pos Club points

1

Manchester City

86

2

Manchester United

74

3

Liverpool

69

4

Chelsea

67

5

Leicester

66

6

Western ham

65

Of course, Fernandes wasn’t responsible for that, and the statistics were boosted by a decent number of penalties. But he recorded 15 goals and assists in 14 games in his first season, then 30 in 37 games in his second season.

In his first calendar year at the club, he won the Premier League Player of the Month award four times. To put that into context, only six players (Sergio Aguero, Harry Kane, Steven Gerrard, Cristiano Ronaldo, Wayne Rooney and Robin van Persie) have won the award more than four times in their Premier League career.

Fernandes’ impact has been incredible and Ole Gunnar Solskjaer’s decision to base the team around Fernandes as a number 10 rather than a double number 8 alongside Paul Pogba has been the best of his tenure at United.

And then, of course, United signed Ronaldo, and the side went from being based on Fernandes to being based on Ronaldo. He mostly fulfilled his individual responsibility, but the side as a whole suffered. United fell to sixth place, and in points they were as close to 19th-placed Watford as they were to champions Manchester City.

It’s a simple summary, but it tells a story. When The Athletic Asked if Fernandes was playing well enough with Ronaldo earlier this season, he gave a diplomatic answer.

“Most of my assists last season were for him, so I don’t think (it’s a fair criticism),” Fernandes said. “I just had a bad season in terms of my own numbers. I don’t think it’s about Cristiano or me… playing with Cristiano as a number 10 is actually very good because the players respect Cristiano so much that he creates more space, because the opponents are afraid of him taking the ball and scoring. They want to mark him and create an overload of where he is to mark him.”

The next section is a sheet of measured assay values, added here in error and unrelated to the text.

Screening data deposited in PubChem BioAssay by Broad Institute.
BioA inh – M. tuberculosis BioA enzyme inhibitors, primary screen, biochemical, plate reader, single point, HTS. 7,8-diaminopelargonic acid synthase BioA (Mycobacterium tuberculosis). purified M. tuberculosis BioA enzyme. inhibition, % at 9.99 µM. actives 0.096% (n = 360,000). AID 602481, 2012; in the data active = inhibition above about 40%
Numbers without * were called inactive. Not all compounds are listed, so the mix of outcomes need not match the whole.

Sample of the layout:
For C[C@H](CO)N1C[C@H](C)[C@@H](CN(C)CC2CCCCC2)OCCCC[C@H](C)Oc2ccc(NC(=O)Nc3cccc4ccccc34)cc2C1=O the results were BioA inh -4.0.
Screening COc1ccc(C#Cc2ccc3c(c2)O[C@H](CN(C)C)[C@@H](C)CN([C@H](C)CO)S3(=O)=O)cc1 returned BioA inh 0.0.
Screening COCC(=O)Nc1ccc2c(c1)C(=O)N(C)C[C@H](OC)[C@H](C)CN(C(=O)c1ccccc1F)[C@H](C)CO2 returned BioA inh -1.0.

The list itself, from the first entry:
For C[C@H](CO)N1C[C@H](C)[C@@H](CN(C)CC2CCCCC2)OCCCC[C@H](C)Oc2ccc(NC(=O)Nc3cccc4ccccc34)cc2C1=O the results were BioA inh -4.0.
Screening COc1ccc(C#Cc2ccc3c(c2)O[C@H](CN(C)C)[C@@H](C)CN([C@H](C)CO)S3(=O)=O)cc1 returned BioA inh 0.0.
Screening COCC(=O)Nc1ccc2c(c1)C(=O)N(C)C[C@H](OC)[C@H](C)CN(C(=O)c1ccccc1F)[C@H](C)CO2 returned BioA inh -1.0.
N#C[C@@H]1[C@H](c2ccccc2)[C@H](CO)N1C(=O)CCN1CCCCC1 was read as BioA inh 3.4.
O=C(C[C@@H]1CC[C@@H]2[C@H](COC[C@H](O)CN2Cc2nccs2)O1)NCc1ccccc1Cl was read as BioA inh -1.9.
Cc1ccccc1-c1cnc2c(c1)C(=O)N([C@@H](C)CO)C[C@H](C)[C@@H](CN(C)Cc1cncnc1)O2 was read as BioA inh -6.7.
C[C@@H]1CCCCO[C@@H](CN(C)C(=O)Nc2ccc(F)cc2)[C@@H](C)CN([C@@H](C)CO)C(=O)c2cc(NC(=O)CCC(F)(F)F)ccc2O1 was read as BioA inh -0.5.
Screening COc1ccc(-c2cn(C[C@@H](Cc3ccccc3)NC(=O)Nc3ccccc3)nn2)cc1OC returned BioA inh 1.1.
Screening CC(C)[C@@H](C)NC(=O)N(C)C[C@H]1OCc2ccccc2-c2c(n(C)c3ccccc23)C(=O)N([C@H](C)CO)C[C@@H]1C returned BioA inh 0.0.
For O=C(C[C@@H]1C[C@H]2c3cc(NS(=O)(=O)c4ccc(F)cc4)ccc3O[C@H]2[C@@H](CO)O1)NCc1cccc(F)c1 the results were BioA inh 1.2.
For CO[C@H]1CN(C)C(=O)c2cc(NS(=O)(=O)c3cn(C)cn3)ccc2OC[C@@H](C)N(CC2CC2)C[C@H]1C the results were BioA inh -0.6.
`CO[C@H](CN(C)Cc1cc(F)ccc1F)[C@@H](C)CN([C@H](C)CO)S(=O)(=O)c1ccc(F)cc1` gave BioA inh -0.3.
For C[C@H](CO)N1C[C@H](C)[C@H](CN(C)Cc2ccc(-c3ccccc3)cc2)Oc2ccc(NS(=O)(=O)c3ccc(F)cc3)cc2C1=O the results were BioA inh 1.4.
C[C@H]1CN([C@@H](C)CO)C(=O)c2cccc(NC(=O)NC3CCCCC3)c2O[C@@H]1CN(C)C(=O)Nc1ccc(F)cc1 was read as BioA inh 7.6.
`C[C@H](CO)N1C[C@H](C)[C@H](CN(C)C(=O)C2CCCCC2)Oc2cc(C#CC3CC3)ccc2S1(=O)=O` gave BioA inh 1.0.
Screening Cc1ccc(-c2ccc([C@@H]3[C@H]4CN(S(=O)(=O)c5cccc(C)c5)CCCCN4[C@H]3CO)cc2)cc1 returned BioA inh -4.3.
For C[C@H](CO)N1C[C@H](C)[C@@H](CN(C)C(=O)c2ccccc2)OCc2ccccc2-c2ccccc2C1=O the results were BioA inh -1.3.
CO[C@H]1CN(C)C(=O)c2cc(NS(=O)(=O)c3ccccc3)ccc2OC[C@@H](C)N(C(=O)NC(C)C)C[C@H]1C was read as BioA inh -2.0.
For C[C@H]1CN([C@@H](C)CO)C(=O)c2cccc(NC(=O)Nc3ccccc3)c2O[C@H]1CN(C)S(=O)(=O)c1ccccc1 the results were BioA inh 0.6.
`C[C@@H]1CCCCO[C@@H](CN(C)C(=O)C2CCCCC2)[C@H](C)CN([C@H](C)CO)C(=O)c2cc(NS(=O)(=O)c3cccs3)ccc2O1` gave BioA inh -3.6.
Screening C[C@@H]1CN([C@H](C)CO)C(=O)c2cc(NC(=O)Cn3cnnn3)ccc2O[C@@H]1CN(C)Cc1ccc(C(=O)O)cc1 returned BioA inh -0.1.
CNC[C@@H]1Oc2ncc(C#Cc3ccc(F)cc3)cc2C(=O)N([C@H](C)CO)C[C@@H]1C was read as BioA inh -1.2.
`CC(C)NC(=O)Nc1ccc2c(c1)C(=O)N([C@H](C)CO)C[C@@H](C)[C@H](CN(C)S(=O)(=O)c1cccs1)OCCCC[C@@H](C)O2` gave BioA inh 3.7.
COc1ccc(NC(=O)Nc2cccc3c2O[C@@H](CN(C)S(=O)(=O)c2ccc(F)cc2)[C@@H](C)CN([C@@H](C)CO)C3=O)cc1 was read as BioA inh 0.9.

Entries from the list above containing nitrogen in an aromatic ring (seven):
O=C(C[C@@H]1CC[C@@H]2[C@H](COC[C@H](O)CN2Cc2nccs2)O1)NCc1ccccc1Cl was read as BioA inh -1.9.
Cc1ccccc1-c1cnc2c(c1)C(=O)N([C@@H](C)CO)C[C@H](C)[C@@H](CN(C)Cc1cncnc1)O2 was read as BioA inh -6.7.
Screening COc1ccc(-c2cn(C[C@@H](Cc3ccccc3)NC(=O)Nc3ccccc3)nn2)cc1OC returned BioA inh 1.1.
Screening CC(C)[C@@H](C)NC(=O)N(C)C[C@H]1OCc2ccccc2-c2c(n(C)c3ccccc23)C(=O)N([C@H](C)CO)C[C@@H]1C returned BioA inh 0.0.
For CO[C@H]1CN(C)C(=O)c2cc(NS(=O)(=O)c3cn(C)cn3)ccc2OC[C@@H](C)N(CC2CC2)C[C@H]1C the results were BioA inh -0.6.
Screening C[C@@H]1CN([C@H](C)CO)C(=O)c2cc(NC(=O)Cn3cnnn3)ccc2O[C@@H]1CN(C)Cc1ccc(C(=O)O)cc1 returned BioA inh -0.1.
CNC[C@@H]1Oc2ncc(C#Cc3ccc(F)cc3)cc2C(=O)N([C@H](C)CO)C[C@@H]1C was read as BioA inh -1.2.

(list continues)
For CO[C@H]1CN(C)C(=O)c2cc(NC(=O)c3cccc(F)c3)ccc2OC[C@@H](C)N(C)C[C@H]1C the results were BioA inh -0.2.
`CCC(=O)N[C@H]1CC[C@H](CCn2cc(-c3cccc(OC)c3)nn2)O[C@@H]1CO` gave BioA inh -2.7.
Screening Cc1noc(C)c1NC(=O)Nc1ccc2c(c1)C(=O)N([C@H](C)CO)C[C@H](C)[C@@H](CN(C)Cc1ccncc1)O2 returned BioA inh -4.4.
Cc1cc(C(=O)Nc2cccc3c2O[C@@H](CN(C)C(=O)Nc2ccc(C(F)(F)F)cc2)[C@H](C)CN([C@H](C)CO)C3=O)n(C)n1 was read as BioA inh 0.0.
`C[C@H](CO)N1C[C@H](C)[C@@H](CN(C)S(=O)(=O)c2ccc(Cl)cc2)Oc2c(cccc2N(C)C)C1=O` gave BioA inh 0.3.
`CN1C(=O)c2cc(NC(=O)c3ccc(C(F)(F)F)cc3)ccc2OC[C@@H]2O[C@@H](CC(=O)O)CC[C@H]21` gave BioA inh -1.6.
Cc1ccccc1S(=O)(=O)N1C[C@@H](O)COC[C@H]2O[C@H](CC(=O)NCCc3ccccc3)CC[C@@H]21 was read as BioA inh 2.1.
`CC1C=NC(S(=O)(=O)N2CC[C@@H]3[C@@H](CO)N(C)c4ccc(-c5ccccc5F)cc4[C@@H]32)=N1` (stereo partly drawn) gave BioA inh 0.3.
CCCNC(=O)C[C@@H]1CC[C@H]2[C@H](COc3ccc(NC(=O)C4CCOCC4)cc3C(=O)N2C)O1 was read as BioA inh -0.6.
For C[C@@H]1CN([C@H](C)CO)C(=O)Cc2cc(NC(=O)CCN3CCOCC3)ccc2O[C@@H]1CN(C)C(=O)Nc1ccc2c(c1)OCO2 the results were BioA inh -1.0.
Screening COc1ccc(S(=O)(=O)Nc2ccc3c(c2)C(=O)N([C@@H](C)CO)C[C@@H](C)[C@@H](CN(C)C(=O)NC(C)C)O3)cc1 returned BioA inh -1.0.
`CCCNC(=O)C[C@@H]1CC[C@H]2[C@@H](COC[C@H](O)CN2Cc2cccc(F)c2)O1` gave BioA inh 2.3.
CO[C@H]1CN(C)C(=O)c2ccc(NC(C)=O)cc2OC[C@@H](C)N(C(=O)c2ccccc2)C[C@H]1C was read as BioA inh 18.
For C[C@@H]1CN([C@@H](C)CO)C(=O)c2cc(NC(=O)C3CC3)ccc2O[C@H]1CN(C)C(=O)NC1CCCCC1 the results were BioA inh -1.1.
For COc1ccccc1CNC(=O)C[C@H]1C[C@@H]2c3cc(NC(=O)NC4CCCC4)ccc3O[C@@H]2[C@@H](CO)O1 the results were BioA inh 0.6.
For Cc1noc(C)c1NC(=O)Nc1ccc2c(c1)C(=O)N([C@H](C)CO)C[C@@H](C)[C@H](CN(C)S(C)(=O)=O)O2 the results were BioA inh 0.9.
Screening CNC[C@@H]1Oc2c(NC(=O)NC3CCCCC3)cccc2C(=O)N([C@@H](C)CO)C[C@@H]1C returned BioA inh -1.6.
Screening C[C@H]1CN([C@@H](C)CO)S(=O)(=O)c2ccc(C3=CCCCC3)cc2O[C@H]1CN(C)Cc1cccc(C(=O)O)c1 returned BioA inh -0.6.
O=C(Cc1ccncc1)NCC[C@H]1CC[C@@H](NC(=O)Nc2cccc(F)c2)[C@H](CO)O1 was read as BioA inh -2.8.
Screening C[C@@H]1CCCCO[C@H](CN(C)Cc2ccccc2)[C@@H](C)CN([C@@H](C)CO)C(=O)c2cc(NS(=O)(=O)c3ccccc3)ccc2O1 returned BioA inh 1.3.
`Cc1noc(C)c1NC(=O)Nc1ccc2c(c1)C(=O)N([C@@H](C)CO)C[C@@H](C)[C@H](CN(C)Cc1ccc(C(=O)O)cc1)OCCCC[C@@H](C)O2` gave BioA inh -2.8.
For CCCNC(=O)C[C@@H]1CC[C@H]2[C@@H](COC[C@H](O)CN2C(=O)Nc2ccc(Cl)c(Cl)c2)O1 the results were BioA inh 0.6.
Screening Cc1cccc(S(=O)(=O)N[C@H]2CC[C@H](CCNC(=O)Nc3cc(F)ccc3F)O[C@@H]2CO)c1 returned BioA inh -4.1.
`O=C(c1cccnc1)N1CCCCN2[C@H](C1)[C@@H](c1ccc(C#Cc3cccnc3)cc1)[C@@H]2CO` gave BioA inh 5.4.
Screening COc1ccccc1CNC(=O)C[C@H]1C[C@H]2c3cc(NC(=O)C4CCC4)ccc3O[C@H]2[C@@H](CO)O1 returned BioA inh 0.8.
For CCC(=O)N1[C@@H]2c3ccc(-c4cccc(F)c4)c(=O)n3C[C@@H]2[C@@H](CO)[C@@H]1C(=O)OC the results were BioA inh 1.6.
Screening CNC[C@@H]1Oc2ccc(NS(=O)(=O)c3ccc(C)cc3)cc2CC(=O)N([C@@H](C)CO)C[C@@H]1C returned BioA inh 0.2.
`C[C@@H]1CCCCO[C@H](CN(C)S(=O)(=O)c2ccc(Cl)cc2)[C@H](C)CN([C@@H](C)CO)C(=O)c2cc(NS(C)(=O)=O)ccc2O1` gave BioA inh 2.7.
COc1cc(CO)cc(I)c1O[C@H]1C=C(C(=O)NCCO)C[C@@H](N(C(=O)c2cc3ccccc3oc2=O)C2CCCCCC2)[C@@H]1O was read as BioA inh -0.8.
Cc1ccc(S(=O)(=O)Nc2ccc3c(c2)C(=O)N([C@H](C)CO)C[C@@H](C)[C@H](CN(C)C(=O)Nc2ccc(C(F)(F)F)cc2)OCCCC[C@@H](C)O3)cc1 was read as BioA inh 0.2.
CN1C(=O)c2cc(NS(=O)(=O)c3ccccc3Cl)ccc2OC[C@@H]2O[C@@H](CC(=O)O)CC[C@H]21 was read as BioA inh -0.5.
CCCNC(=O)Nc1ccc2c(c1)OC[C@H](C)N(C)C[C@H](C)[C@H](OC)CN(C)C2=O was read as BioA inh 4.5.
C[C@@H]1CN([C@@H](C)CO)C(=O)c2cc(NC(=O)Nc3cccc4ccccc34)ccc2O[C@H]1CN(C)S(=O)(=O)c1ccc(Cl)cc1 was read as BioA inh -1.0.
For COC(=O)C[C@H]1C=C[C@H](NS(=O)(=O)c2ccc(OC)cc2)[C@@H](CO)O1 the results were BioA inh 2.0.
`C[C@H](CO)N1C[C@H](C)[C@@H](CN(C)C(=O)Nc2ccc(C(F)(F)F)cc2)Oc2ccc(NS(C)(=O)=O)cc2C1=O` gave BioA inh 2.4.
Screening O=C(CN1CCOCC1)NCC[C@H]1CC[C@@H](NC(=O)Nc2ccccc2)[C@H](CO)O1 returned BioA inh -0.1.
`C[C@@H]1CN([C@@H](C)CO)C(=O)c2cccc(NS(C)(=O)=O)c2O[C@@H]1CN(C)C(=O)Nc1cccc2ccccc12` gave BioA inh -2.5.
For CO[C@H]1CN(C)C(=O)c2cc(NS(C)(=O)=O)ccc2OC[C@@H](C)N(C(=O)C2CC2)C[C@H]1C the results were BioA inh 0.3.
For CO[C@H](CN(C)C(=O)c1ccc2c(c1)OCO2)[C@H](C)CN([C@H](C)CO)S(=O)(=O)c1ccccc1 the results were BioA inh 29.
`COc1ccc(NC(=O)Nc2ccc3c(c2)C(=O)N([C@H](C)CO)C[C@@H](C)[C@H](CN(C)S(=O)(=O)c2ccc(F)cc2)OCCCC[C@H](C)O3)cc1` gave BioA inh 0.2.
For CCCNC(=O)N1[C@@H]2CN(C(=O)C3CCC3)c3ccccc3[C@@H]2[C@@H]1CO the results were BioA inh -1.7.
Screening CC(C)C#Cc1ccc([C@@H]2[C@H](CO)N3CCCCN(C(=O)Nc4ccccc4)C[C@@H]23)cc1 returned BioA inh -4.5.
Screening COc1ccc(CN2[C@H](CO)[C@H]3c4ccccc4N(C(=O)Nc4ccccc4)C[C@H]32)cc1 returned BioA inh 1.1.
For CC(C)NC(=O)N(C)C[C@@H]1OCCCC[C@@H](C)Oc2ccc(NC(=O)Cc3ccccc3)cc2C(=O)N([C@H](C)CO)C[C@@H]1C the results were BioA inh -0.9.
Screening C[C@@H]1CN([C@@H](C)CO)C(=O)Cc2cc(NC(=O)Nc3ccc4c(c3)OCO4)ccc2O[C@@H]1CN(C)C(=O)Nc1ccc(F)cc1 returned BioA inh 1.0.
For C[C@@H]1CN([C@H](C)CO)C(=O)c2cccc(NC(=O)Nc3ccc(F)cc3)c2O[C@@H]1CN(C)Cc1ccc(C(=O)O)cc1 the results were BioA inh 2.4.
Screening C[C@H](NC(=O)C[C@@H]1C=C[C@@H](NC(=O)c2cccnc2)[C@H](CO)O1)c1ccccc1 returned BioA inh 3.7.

And there are examples of Fernandes and Ronaldo combining for goals, as you would expect from a top attacking midfielder and a legendary striker. There are no personal problems between them, although Fernandes can sometimes seem too deferential, sometimes feeling forced to move on to his more famous team-mate.

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Still, the numbers from this season make for interesting reading. Here’s a chart showing Fernandes’ combined Expected Goals (xG) and Expected Assists (xA) numbers for the season so far, along with information on whether or not Ronaldo has played the majority of the game. (For clarity, “yes” means he played 62 minutes or more. “No” means he played 32 minutes or less.)

Opposition Ronaldo? Fernandes xG+A

Brighton

Not

0.41

Brentford

That

0.10

Liverpool

Not

0.86

Southampton

Not

0.87

Leicester

Not

0.16

Arsenal

Not

0.72

Man City

Not

0.02

Everton

That

0.09

Newcastle

That

0.18

Tottenham

Not

0.87

Chelsea

Not

0.45

The pattern is striking. Fernandes was lively even in the defeat to Brighton when Ronaldo was left out, then anonymous against Brentford when Ronaldo started. Ronaldo’s exit against Liverpool prompted a significant improvement from Fernandes, who was also excellent against Southampton and Arsenal.

Granted, there were some quieter performances from Fernandes against Leicester and in Manchester City’s attack, but the pattern returns after that. Fernandes offered little against Everton and Newcastle when he mostly played behind Ronaldo. Then, as Ronaldo was left out against Tottenham and Chelsea, Fernandes starred again.

This is a relatively small sample of 11 games. But the pattern seems significant, especially since the numbers back up the eye test.

And to show that Fernandes’ xG and xA numbers weren’t boosted in “non-Ronaldo” games after Ronaldo’s introduction from the bench, here are the minutes the two played together and the xG they combined for – in other words, when one created a chance for the other.

Opposition Ronaldo minutes CR & BF xG combination

Brighton

37

0.00

Brentford

90

0.05

Liverpool

4

0.00

Southampton